Wallace, then, openly and unapologetically admits to embellishment and rephrasing — but, interestingly, uses the defence that because he is predominantly a fiction writer, the same journalistic rules do not necessarily apply to him. Whether Wallace is right or justified in his proclivities for embellishment, it is clear that creative nonfiction should be paid the same critical attention as fiction if there are writers out there merging the two and approaching nonfiction from a fiction-writing approach. Through his appropriation of the form, Wallace forged a way to exhibit his “synergistic creative-critical magic,” proving that his work defies rigid academic pigeonholing. In 1989 Chris Anderson suggested that “nonfiction is no longer the bastard child, the second-class citizen,” and yet there still seems to be a lack of academic criticism on variations of literary journalism and creative nonfiction in comparison to fiction. As it is a form with infinite possibilities, this could be due to a frustration that emerges from critics when attempting to look at writers that are unable to adhere to a quixotic ideal of total truth.
In an (albeit minor) emulation of my writer of interest, I set out on this project in a more exploratory style before the argument began to form in my mind — though not perhaps to the level of “undermining thetic sureties” to which Wallace has been described as guilty of when approaching the essay form. My overall argument — that Wallace’s creative nonfiction defies static exegesis due to the writer’s complete dismissal of fixedness in all areas of his creative work — became rapidly clear. My research has been illuminating and wide-reaching to various areas of academic study, proving that to posthumously endow Wallace with parochial epithets — genius, tortured, depressed — only acts as a disservice to his output. What emerged in my research of Wallace’s creative nonfiction was evidence combatively against the notion of Wallace being a poster boy for a depressed generation — instead, a series of infinite dualities: the back-and-forth of Wallace and Lipsky in The End of the Tour being a “four-handed duet scored for typewriter”; Wallace’s straddling of Generation-X and Millennial sensibilities; his contentual and geographical hybridity; even in his final moments, with contemporary essayist Jonathan Franzen commenting on Wallace’s binary embodiment of “beautiful moral intelligence and lovable human weakness” in the weeks leading up to his death.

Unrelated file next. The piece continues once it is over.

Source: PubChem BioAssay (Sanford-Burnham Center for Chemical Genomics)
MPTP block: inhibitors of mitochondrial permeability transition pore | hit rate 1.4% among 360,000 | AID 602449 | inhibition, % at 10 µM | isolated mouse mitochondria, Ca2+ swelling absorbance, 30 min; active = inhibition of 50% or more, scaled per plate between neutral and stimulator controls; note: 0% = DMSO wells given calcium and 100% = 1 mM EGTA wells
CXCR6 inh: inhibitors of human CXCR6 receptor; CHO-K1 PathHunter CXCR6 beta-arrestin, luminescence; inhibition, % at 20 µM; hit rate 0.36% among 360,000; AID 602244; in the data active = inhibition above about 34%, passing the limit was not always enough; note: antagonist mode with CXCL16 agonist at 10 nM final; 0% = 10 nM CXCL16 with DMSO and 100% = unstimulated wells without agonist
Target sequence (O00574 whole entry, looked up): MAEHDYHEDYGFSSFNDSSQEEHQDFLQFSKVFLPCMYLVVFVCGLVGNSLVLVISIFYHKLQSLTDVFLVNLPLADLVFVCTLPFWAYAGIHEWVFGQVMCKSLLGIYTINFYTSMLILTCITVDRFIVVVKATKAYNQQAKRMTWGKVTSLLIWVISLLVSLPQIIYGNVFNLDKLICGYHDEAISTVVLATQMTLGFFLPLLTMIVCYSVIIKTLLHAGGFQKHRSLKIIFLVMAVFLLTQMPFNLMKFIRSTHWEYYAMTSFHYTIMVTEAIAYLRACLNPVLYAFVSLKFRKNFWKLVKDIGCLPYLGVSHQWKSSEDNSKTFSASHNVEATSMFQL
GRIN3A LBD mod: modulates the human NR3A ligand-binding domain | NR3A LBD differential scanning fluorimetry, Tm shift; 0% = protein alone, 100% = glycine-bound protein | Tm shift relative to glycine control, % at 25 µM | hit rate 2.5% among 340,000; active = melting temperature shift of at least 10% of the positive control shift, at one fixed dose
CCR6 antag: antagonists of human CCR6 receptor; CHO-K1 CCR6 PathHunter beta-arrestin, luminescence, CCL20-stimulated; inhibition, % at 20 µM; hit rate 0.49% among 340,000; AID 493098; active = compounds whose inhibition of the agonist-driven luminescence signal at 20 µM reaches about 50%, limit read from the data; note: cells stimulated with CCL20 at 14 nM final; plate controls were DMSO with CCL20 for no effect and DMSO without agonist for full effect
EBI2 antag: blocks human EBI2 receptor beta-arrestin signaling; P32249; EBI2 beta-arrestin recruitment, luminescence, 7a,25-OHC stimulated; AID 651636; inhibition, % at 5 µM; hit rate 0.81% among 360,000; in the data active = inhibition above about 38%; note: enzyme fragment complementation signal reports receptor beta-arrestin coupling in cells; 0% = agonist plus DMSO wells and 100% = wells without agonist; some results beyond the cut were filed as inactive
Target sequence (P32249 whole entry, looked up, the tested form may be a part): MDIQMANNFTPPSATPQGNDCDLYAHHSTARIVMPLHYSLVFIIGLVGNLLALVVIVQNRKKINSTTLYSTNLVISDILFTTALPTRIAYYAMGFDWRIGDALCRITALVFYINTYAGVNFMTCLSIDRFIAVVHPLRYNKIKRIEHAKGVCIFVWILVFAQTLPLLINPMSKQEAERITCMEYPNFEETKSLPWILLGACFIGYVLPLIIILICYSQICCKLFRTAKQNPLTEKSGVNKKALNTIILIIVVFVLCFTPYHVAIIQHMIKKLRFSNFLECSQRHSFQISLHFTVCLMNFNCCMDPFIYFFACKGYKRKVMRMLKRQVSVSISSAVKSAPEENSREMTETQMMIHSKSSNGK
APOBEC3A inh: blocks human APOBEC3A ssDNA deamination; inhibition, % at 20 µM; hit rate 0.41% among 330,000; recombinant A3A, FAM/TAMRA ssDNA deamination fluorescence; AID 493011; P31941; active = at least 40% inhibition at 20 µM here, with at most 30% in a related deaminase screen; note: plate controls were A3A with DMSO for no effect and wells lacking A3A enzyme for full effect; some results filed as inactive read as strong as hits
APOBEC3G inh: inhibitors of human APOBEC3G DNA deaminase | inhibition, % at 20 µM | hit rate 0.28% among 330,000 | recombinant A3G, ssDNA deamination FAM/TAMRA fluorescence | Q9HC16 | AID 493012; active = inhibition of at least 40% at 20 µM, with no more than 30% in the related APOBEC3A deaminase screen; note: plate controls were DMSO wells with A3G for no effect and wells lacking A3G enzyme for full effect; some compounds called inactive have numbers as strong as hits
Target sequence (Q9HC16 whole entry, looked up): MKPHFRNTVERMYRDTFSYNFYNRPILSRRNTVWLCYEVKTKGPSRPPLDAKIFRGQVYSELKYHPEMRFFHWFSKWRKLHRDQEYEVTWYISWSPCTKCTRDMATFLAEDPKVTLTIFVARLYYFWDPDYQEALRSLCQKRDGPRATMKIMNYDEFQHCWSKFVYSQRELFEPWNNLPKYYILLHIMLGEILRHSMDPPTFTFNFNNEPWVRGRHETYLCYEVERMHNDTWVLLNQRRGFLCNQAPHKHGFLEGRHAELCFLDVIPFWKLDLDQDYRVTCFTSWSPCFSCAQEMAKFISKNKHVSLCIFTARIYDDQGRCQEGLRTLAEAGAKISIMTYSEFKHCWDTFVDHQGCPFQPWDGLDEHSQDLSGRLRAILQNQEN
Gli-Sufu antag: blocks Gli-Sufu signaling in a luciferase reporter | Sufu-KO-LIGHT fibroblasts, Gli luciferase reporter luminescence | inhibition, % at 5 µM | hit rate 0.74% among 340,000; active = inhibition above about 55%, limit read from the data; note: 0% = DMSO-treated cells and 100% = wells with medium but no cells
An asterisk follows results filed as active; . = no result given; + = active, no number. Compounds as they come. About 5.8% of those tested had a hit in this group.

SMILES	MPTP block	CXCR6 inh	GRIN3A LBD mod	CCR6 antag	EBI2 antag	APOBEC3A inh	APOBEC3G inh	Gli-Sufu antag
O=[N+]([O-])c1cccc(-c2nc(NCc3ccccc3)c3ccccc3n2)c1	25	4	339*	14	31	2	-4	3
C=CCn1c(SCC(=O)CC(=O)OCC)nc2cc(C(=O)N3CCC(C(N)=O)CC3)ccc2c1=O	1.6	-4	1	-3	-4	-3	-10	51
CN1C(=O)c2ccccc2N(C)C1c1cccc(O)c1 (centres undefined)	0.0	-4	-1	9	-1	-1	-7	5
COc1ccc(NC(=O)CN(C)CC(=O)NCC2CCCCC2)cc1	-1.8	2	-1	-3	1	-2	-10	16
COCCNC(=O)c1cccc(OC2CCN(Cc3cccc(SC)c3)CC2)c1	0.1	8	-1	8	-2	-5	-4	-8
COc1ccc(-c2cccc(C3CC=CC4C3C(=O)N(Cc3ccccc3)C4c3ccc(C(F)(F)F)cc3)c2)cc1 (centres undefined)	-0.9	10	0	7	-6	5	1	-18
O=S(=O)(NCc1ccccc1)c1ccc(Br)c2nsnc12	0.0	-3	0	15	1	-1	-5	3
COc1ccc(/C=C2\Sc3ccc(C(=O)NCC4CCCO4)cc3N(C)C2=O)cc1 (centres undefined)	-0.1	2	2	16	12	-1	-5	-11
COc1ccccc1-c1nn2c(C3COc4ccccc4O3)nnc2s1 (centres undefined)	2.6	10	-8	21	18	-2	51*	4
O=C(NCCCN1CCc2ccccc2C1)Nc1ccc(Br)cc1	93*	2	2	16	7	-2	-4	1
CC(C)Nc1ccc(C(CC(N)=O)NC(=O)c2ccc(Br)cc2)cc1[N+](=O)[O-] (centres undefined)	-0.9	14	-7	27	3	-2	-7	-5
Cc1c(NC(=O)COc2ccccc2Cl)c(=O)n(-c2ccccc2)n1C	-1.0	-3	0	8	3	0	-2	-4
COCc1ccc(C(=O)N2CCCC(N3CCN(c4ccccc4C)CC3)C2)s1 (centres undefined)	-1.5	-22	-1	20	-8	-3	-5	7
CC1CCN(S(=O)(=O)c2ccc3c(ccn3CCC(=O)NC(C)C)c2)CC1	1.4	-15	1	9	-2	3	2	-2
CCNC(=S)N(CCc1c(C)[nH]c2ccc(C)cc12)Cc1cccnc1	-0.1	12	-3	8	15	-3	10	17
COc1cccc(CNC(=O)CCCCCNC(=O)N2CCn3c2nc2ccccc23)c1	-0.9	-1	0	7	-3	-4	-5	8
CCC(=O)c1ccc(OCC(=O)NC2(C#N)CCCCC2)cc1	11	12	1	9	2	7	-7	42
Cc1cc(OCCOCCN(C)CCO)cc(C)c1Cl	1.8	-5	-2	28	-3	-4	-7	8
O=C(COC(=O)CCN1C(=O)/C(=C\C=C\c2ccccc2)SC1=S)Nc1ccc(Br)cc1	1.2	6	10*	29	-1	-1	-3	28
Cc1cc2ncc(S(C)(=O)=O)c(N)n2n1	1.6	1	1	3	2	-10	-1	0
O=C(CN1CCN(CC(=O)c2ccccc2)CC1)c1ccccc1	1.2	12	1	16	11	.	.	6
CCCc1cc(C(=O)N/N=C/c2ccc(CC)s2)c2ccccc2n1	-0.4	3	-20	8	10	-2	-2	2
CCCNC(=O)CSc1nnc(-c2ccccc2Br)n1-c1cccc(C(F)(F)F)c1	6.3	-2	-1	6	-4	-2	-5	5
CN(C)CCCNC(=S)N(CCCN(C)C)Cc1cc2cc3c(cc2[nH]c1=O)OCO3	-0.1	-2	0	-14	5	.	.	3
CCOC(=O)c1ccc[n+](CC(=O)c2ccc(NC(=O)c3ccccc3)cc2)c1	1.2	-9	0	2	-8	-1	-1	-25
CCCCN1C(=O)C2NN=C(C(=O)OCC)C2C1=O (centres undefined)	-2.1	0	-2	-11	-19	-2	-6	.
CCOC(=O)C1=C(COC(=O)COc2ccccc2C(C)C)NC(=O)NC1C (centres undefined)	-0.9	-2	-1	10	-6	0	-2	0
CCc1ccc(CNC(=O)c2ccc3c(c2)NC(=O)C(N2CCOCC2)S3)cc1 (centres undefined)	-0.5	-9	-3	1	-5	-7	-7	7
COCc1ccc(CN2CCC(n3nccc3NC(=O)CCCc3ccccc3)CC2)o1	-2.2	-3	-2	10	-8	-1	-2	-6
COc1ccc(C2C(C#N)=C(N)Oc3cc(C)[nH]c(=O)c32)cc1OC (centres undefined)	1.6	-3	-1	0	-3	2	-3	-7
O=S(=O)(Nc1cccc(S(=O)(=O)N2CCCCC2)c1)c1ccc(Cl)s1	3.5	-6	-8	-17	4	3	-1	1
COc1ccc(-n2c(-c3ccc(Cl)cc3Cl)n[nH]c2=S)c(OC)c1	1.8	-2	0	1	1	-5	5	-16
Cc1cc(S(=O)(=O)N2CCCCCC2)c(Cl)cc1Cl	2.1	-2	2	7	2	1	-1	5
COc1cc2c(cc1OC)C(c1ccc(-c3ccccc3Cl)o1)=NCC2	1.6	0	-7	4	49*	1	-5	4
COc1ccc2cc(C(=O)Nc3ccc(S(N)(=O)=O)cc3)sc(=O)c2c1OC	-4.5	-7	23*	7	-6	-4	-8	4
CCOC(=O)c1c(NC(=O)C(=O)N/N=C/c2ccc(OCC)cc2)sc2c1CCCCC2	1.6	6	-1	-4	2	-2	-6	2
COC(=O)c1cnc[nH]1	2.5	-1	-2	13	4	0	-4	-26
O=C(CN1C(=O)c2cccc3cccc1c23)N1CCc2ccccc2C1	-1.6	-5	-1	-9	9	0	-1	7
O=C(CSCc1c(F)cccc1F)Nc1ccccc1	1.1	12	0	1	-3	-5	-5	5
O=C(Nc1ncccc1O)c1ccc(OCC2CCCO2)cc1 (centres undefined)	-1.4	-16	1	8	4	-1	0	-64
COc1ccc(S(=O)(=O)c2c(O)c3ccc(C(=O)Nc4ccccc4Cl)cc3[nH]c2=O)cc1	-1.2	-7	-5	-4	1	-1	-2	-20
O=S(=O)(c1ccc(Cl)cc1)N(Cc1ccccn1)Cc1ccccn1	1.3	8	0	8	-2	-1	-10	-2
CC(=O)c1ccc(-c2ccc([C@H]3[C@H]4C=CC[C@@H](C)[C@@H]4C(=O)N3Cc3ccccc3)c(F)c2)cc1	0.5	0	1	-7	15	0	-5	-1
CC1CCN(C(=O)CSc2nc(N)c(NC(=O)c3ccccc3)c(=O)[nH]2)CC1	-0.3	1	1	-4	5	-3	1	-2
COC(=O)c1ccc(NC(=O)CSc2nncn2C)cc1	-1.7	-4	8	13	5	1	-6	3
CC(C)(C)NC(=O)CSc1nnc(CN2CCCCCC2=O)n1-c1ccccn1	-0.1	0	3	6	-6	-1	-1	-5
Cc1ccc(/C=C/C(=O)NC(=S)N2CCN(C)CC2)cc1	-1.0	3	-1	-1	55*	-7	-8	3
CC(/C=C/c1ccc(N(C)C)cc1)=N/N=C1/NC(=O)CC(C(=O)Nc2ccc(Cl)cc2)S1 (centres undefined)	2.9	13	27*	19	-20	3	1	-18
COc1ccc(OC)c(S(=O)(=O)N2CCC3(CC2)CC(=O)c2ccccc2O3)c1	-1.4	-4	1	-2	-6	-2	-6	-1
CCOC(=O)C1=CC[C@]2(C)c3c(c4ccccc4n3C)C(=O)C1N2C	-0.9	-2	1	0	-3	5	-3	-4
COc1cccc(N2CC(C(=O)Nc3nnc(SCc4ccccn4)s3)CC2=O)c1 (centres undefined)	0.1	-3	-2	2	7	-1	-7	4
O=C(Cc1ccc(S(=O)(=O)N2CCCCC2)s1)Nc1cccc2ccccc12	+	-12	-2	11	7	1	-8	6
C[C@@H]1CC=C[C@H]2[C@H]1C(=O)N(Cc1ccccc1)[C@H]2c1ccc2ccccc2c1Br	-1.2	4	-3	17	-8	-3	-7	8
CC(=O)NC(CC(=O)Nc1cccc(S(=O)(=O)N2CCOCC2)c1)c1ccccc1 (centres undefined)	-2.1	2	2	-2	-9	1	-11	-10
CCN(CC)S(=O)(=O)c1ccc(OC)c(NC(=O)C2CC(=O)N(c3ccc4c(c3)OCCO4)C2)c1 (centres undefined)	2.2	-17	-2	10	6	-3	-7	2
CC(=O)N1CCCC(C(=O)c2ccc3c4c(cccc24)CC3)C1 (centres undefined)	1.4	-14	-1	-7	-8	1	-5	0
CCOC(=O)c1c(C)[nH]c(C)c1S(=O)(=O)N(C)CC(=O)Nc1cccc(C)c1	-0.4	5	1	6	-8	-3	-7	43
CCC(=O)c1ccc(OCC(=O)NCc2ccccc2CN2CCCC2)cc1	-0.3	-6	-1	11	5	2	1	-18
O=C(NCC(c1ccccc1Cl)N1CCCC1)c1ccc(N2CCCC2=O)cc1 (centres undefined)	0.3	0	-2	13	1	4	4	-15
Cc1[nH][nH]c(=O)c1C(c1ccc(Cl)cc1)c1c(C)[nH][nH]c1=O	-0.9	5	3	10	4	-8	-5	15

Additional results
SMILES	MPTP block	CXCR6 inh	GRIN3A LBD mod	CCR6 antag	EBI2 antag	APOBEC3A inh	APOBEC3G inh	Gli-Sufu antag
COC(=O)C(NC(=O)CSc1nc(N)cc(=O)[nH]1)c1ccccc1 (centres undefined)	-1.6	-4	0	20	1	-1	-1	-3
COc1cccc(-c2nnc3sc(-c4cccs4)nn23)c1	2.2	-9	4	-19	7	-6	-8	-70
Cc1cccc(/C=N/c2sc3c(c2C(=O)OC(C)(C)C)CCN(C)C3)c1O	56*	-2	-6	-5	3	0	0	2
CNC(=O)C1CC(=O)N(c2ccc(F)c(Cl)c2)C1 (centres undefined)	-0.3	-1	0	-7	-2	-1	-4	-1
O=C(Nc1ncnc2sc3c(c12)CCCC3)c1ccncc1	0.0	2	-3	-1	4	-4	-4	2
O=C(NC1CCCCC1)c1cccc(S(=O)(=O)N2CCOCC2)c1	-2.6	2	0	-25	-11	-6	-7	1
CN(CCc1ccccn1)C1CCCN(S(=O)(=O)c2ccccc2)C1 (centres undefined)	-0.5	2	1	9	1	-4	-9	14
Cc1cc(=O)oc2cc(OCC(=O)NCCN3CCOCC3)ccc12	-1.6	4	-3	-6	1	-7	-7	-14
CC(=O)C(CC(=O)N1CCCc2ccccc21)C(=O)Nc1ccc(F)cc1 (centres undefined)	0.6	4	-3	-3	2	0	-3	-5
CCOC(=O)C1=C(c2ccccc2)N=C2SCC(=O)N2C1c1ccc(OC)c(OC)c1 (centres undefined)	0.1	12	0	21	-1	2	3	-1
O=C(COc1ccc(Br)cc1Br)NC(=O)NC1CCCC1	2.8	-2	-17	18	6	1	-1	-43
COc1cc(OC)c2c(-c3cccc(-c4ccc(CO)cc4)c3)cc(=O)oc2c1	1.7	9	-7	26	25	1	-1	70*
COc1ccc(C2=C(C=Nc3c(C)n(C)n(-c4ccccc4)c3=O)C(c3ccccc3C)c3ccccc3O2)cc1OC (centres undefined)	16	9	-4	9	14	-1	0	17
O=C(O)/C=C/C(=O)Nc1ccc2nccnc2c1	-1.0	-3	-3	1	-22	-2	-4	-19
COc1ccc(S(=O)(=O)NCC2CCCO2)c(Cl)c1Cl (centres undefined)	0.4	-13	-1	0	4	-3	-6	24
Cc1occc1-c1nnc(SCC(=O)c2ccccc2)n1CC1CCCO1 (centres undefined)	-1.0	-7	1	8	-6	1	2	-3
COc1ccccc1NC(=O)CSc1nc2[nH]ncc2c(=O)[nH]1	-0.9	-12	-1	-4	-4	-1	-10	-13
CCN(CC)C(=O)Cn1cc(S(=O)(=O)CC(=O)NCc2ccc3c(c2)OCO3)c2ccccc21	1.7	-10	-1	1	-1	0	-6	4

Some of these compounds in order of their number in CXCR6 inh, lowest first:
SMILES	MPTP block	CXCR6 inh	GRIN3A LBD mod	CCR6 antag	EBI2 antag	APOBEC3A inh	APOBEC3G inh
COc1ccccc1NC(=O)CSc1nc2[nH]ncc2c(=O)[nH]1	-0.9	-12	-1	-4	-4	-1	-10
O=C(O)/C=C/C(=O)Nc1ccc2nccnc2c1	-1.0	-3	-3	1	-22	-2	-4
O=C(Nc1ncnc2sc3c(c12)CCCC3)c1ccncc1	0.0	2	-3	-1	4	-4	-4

Through attempts at authenticity and being close to the reader, Wallace’s voice often adopts a sloppy, casual quality, favouring words such as “thing” and “stuff” and “totally”, reflecting overt attempts to retain a feeling of everyman-ness that directly contradicts the difficulty and labyrinthine quality of his work as well as his oft-designated genius status. It is a uniquely Wallacean, contradictory notion that the sheer length of Wallace’s work, the layers of meaning and meandering tone, makes the reader feel like they are working out the narrative with Wallace, forming gargantuan narratives of complex ideas, all the while still retaining an aura of normality. The fact that he passed away leaving an unfinished novel in his wake, a novel that was shortlisted for the Pulitzer Prize for Fiction despite it being abandoned half-complete, is all too fitting when thinking of Wallace as a figure of infinity.
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 The demographic cohort born between the early 1980s to the mid-1990s.
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 Such as the sadistic serial killer Patrick Bateman in American Psycho, the normalization of child sex slaves in Less Than Zero, and Clay’s affectless cruelty in Imperial Bedrooms.
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 Jayson Blair is a former New York Times journalist who was at the centre of a scandal in the early 2000s after it came to light that he fabricated stories, lied about datelines and plagiarized on an enormous scale.